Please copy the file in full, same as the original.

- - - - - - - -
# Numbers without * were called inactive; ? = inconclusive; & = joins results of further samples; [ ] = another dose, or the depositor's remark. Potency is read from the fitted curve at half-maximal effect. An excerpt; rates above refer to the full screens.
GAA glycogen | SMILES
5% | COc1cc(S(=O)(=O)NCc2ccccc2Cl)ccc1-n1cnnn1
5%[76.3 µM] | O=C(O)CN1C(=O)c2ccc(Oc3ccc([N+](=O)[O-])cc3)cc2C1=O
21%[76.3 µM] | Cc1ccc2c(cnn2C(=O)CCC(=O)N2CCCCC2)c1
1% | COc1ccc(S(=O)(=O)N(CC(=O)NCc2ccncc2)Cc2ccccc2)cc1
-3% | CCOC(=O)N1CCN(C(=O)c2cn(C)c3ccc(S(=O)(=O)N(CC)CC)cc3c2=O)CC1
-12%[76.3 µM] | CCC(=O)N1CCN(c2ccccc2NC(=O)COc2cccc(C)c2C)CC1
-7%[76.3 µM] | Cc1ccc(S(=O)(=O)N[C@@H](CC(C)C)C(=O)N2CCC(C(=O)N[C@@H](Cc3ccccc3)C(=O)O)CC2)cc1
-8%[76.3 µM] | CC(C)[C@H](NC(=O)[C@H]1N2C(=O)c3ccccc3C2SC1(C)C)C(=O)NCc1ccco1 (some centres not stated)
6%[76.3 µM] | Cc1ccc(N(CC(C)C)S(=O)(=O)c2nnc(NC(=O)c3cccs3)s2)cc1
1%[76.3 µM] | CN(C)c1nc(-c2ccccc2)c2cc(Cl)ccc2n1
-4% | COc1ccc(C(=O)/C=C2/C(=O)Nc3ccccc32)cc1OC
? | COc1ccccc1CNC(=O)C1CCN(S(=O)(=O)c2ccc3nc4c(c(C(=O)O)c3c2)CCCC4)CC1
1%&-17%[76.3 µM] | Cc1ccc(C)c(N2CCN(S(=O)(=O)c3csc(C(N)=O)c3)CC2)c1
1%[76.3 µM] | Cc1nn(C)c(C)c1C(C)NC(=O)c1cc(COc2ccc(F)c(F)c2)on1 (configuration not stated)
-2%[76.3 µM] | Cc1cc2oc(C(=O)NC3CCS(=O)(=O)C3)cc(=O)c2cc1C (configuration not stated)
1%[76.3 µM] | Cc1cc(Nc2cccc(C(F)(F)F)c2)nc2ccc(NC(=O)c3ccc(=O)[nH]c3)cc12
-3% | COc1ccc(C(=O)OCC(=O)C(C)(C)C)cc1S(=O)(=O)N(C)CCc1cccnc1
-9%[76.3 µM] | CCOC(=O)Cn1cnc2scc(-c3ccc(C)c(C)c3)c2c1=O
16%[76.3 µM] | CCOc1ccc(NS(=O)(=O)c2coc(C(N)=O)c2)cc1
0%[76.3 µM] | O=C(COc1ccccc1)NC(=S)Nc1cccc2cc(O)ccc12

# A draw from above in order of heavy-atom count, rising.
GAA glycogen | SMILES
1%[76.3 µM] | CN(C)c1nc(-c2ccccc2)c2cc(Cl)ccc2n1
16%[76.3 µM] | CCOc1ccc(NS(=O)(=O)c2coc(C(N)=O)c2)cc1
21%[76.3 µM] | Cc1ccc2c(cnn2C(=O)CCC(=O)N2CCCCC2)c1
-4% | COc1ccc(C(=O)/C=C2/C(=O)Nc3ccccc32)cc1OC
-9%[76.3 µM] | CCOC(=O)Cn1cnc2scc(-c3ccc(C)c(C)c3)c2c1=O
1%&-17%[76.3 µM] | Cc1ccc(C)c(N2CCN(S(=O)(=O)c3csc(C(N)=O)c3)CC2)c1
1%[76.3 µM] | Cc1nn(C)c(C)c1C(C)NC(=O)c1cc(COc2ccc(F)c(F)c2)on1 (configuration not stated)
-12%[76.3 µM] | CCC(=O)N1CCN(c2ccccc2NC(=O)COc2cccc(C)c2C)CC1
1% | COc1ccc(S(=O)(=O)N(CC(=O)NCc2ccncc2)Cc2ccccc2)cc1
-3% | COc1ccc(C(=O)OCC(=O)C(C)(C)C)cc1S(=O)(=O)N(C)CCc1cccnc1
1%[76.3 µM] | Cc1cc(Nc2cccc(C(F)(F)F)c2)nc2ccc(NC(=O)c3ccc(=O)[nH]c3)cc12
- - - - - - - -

# Numbers without * were called inactive; ? = inconclusive; & = joins results of further samples; [ ] = another dose, or the depositor's remark. Potency is read from the fitted curve at half-maximal effect. An excerpt; rates above refer to the full screens.
GAA glycogen | SMILES
5% | COc1cc(S(=O)(=O)NCc2ccccc2Cl)ccc1-n1cnnn1
5%[76.3 µM] | O=C(O)CN1C(=O)c2ccc(Oc3ccc([N+](=O)[O-])cc3)cc2C1=O
21%[76.3 µM] | Cc1ccc2c(cnn2C(=O)CCC(=O)N2CCCCC2)c1
1% | COc1ccc(S(=O)(=O)N(CC(=O)NCc2ccncc2)Cc2ccccc2)cc1
-3% | CCOC(=O)N1CCN(C(=O)c2cn(C)c3ccc(S(=O)(=O)N(CC)CC)cc3c2=O)CC1
-12%[76.3 µM] | CCC(=O)N1CCN(c2ccccc2NC(=O)COc2cccc(C)c2C)CC1
-7%[76.3 µM] | Cc1ccc(S(=O)(=O)N[C@@H](CC(C)C)C(=O)N2CCC(C(=O)N[C@@H](Cc3ccccc3)C(=O)O)CC2)cc1
-8%[76.3 µM] | CC(C)[C@H](NC(=O)[C@H]1N2C(=O)c3ccccc3C2SC1(C)C)C(=O)NCc1ccco1 (some centres not stated)
6%[76.3 µM] | Cc1ccc(N(CC(C)C)S(=O)(=O)c2nnc(NC(=O)c3cccs3)s2)cc1
1%[76.3 µM] | CN(C)c1nc(-c2ccccc2)c2cc(Cl)ccc2n1
-4% | COc1ccc(C(=O)/C=C2/C(=O)Nc3ccccc32)cc1OC
? | COc1ccccc1CNC(=O)C1CCN(S(=O)(=O)c2ccc3nc4c(c(C(=O)O)c3c2)CCCC4)CC1
1%&-17%[76.3 µM] | Cc1ccc(C)c(N2CCN(S(=O)(=O)c3csc(C(N)=O)c3)CC2)c1
1%[76.3 µM] | Cc1nn(C)c(C)c1C(C)NC(=O)c1cc(COc2ccc(F)c(F)c2)on1 (configuration not stated)
-2%[76.3 µM] | Cc1cc2oc(C(=O)NC3CCS(=O)(=O)C3)cc(=O)c2cc1C (configuration not stated)
1%[76.3 µM] | Cc1cc(Nc2cccc(C(F)(F)F)c2)nc2ccc(NC(=O)c3ccc(=O)[nH]c3)cc12
-3% | COc1ccc(C(=O)OCC(=O)C(C)(C)C)cc1S(=O)(=O)N(C)CCc1cccnc1
-9%[76.3 µM] | CCOC(=O)Cn1cnc2scc(-c3ccc(C)c(C)c3)c2c1=O
16%[76.3 µM] | CCOc1ccc(NS(=O)(=O)c2coc(C(N)=O)c2)cc1
0%[76.3 µM] | O=C(COc1ccccc1)NC(=S)Nc1cccc2cc(O)ccc12

# A draw from above in order of heavy-atom count, rising.
GAA glycogen | SMILES
1%[76.3 µM] | CN(C)c1nc(-c2ccccc2)c2cc(Cl)ccc2n1
16%[76.3 µM] | CCOc1ccc(NS(=O)(=O)c2coc(C(N)=O)c2)cc1
21%[76.3 µM] | Cc1ccc2c(cnn2C(=O)CCC(=O)N2CCCCC2)c1
-4% | COc1ccc(C(=O)/C=C2/C(=O)Nc3ccccc32)cc1OC
-9%[76.3 µM] | CCOC(=O)Cn1cnc2scc(-c3ccc(C)c(C)c3)c2c1=O
1%&-17%[76.3 µM] | Cc1ccc(C)c(N2CCN(S(=O)(=O)c3csc(C(N)=O)c3)CC2)c1
1%[76.3 µM] | Cc1nn(C)c(C)c1C(C)NC(=O)c1cc(COc2ccc(F)c(F)c2)on1 (configuration not stated)
-12%[76.3 µM] | CCC(=O)N1CCN(c2ccccc2NC(=O)COc2cccc(C)c2C)CC1
1% | COc1ccc(S(=O)(=O)N(CC(=O)NCc2ccncc2)Cc2ccccc2)cc1
-3% | COc1ccc(C(=O)OCC(=O)C(C)(C)C)cc1S(=O)(=O)N(C)CCc1cccnc1
1%[76.3 µM] | Cc1cc(Nc2cccc(C(F)(F)F)c2)nc2ccc(NC(=O)c3ccc(=O)[nH]c3)cc12